Current Affairs Coalition leaders likely to reach deal on government’s future
The fate of the Czech government will be decided later on Tuesday as coalition leaders are meeting in an attempt to save the cabinet. The junior coalition Public Affairs party rocked the boat once again last week when they threatened to pull out of the coalition. But before the week was over, the party seemed happy to accept an offer by the Prime Minister to settle their disputes at the negotiating table while latest reports suggest the coalition leaders are indeed likely to reach agreement.
Leaders of the coalition Civic Democrat, TOP 09 and Public Affairs parties met for talks on Tuesday to determine whether the centre-right Czech government will continue or whether the country is headed for early general elections.
The latest government crisis was last week triggered by an ultimatum the junior coalition Public Affairs party put to Prime Minister Petr Nečas. Public Affairs said Mr Nečas had until the end of the month to raise the government’s low credibility, to slash three ministries, and to take several more or less arbitrary steps. However, commentators noted the Public Affairs’ unexpected move had to do with the fact that the party’s de-facto leader, Vít Bárta, is being tried for corruption.
It is not the first time that Public Affairs has rocked the coalition boat. But this time, its coalition partners put their foot down, and said they would rather take their chances in an early election than accommodate more demands by their increasingly unpredictable junior coalition party.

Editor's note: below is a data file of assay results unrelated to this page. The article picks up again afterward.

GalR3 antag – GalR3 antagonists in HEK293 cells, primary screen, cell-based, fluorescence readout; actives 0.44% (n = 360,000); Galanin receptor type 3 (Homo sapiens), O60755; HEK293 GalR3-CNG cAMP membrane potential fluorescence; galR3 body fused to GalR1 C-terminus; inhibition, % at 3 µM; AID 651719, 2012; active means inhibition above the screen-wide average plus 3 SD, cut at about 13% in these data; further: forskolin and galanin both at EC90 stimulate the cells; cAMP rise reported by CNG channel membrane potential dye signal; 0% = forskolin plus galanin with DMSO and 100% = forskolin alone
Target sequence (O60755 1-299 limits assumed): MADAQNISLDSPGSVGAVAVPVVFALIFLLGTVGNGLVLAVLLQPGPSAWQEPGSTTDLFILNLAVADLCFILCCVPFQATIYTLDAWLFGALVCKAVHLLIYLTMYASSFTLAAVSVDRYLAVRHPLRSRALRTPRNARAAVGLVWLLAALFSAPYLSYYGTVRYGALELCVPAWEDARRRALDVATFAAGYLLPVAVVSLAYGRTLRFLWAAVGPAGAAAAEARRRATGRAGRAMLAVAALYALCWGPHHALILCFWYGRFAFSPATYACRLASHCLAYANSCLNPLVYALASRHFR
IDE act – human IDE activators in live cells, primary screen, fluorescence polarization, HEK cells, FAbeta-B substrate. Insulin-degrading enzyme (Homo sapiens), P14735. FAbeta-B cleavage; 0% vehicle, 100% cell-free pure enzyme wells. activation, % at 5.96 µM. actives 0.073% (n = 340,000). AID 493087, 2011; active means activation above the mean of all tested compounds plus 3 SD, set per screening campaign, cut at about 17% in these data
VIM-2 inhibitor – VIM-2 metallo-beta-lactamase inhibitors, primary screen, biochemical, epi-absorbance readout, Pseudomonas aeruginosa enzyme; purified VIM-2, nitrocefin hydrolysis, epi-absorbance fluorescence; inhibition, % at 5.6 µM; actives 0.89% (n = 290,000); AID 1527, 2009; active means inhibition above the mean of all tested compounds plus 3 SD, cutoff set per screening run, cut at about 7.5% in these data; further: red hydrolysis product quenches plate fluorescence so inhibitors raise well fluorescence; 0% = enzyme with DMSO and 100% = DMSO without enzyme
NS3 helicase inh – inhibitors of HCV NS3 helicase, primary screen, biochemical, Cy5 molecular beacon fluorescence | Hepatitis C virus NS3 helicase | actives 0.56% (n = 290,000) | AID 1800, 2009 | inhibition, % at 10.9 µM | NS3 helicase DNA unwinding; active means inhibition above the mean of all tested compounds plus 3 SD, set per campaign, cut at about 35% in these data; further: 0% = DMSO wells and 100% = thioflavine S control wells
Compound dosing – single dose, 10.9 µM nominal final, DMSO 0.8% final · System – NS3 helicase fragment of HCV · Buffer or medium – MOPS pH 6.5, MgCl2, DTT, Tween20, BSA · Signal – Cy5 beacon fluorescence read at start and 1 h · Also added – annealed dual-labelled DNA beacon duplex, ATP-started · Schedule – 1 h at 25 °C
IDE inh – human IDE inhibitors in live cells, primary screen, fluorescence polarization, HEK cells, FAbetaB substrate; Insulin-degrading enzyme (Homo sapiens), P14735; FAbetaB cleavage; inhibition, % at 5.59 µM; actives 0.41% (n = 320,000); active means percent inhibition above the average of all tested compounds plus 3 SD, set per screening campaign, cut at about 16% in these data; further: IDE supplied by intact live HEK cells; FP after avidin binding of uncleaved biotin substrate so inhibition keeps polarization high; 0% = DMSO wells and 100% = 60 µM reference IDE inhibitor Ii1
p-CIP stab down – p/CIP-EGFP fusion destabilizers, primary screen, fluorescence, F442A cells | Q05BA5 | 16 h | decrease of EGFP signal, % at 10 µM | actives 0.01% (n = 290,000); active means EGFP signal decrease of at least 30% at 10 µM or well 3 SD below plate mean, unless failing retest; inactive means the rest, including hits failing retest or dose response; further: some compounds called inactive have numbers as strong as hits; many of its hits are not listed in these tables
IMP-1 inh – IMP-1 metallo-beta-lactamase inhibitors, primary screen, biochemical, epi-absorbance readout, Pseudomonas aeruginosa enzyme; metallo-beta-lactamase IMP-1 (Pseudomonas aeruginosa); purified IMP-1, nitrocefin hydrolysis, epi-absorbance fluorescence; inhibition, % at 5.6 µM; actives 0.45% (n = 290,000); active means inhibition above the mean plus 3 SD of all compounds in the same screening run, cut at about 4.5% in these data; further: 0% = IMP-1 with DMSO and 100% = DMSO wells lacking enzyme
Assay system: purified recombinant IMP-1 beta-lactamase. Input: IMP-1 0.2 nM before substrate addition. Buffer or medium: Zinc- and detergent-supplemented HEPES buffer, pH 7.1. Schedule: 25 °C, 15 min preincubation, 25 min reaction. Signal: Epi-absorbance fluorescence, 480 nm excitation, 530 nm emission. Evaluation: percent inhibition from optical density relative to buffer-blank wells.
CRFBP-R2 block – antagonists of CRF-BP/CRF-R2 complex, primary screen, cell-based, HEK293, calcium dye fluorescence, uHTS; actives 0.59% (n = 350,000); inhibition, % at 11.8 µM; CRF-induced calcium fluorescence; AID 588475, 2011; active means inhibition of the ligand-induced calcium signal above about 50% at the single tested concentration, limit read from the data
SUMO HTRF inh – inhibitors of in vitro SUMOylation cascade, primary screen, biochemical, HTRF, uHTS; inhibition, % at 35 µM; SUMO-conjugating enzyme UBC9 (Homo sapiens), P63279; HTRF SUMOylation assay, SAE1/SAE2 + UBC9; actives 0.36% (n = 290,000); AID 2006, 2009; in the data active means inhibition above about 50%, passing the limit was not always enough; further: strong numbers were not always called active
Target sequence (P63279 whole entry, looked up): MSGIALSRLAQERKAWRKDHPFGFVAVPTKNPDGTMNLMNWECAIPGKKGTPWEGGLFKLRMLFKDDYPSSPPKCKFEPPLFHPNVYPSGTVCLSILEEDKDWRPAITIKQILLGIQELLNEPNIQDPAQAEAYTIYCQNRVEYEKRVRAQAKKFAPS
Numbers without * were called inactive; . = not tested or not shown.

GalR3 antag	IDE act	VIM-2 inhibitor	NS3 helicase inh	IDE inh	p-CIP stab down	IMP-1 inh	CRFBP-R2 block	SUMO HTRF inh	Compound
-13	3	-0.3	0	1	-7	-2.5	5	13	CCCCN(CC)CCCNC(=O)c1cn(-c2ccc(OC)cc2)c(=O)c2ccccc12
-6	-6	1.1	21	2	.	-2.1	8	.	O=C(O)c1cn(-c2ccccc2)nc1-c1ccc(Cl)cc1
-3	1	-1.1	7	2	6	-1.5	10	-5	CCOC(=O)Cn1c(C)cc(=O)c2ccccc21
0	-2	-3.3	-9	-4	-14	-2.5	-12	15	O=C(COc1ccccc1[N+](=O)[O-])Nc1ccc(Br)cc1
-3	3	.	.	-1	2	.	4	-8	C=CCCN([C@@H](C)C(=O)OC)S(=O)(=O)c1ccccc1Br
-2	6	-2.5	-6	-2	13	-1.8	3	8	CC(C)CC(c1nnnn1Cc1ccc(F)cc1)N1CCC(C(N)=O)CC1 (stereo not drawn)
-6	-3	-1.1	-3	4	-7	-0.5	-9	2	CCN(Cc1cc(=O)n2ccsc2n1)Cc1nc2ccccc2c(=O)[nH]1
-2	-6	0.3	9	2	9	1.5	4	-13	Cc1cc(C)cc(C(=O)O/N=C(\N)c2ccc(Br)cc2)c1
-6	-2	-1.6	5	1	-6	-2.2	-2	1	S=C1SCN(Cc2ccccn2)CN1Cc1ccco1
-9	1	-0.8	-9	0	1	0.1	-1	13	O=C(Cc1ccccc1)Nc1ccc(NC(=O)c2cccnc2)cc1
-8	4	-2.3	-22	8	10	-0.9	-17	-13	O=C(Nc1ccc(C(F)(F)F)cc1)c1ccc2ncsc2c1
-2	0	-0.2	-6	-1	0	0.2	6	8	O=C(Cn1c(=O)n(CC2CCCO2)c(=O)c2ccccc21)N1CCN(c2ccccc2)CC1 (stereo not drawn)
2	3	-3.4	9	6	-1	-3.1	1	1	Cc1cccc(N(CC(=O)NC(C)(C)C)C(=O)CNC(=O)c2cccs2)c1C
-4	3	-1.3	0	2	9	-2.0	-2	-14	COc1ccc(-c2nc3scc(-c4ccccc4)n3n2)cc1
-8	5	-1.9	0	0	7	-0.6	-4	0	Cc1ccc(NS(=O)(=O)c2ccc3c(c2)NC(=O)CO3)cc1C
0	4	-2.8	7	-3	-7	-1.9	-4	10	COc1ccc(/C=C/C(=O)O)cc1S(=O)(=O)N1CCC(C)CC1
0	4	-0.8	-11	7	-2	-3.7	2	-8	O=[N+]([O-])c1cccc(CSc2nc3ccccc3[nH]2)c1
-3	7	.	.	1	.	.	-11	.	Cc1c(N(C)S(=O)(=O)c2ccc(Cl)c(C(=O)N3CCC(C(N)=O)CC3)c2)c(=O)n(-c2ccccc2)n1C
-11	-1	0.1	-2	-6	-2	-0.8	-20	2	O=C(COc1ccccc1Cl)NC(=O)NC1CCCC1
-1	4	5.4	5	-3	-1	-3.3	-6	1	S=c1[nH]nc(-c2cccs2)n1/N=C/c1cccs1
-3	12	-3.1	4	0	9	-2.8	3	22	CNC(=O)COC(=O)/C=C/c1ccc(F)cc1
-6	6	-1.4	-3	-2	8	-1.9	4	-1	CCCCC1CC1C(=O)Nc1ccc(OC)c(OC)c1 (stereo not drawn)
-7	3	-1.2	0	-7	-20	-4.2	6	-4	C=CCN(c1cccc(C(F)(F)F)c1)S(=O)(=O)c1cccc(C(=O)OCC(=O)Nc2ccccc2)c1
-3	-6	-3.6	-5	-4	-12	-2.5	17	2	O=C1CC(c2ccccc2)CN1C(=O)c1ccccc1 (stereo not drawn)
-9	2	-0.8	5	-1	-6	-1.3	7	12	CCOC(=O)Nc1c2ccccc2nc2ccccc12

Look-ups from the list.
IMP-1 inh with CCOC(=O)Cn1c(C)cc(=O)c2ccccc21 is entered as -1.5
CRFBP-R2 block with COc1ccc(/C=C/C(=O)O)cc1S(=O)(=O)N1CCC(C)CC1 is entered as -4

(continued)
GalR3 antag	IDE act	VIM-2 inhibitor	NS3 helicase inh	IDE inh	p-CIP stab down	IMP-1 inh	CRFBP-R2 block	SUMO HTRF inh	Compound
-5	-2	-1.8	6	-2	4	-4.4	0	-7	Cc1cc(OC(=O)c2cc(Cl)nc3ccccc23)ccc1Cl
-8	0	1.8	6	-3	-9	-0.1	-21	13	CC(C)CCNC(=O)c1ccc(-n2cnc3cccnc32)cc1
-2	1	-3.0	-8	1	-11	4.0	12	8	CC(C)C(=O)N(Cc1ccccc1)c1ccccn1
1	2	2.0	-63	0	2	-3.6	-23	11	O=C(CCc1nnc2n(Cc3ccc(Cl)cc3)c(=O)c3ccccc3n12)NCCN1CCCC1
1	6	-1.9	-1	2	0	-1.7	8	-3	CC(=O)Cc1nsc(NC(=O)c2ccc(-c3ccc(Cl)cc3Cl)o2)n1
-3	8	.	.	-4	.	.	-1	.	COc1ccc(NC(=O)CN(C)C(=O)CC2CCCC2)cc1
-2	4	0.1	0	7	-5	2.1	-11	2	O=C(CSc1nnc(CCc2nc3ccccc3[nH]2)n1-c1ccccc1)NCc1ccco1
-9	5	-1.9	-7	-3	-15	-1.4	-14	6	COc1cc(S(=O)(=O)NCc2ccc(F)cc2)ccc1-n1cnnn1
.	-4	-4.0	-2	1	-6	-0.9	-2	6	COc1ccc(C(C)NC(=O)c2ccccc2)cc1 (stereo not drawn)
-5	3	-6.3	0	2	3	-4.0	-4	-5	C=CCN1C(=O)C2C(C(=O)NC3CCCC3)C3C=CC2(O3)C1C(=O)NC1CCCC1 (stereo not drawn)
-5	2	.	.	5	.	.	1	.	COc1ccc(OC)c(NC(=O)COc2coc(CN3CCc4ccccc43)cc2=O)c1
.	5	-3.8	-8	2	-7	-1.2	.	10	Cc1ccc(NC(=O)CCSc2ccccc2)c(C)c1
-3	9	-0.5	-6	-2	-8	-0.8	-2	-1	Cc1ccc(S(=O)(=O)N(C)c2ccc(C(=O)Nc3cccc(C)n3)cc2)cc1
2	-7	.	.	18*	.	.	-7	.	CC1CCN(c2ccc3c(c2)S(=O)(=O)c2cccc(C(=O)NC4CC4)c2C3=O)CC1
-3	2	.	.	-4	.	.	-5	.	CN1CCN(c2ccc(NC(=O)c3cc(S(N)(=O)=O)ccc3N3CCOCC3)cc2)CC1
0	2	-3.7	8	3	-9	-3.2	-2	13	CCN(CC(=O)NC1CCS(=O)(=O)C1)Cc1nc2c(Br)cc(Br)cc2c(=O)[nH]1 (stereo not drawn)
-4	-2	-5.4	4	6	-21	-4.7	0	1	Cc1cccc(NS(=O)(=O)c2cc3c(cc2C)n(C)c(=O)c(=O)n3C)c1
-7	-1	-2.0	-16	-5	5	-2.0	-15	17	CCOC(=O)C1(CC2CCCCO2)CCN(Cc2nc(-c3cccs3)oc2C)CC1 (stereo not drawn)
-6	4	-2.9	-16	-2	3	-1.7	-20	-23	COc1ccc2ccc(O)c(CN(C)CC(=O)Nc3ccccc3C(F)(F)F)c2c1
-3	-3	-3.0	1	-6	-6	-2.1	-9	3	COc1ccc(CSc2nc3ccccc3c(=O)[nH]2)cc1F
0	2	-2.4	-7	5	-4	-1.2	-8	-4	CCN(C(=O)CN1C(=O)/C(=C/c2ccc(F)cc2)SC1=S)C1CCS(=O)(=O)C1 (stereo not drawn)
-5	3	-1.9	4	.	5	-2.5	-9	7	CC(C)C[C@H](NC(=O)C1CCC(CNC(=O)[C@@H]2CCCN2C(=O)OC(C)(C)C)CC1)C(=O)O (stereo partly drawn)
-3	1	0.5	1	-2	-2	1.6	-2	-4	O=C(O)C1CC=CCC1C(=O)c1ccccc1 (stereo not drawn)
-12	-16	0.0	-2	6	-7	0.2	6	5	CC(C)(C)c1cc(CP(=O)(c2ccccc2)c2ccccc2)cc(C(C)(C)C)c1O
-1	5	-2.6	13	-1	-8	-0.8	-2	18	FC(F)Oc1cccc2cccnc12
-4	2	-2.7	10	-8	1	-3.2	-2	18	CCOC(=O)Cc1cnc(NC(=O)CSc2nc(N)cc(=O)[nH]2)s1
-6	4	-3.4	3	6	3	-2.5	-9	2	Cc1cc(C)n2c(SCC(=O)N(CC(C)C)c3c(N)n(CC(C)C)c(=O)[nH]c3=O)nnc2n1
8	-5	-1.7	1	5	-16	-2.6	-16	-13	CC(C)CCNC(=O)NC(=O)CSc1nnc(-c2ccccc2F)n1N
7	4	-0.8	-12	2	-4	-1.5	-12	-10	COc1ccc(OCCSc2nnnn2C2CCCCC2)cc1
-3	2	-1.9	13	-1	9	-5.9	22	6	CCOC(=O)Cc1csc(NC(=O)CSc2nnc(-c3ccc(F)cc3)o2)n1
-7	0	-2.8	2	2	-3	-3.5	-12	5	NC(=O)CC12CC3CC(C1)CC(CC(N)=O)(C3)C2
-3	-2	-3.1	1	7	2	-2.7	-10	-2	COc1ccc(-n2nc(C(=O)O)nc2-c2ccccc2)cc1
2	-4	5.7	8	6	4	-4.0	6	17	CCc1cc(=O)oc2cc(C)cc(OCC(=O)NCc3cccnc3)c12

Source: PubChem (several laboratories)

The reaction seems to have caught Public Affairs unprepared. Early elections would almost certainly deliver a coup de grace to the junior coalition party whose voter support has plummeted and is now far below the threshold needed to enter the lower house.
Taking advantage of the Public Affairs’ ill-conceived move, the Civic Democrats and TOP leaders came up with their own demands. For the government to go on, Public Affairs will now have to agree to further budget cuts and austerity measures which they have been opposing.
All three parties engaged in some muscle-flexing ahead of the meeting; Public Affairs said they were still considering quitting the government while the Civic Democrats and TOP 09 parties reiterated their threats of early elections.
But with all probability, that would also send the Civic Democrats and TOP 09 MPs into the opposition benches – in considerably fewer numbers – which is why their leaders are all but likely to reach some kind of deal on Tuesday which would remain in place until the next crisis.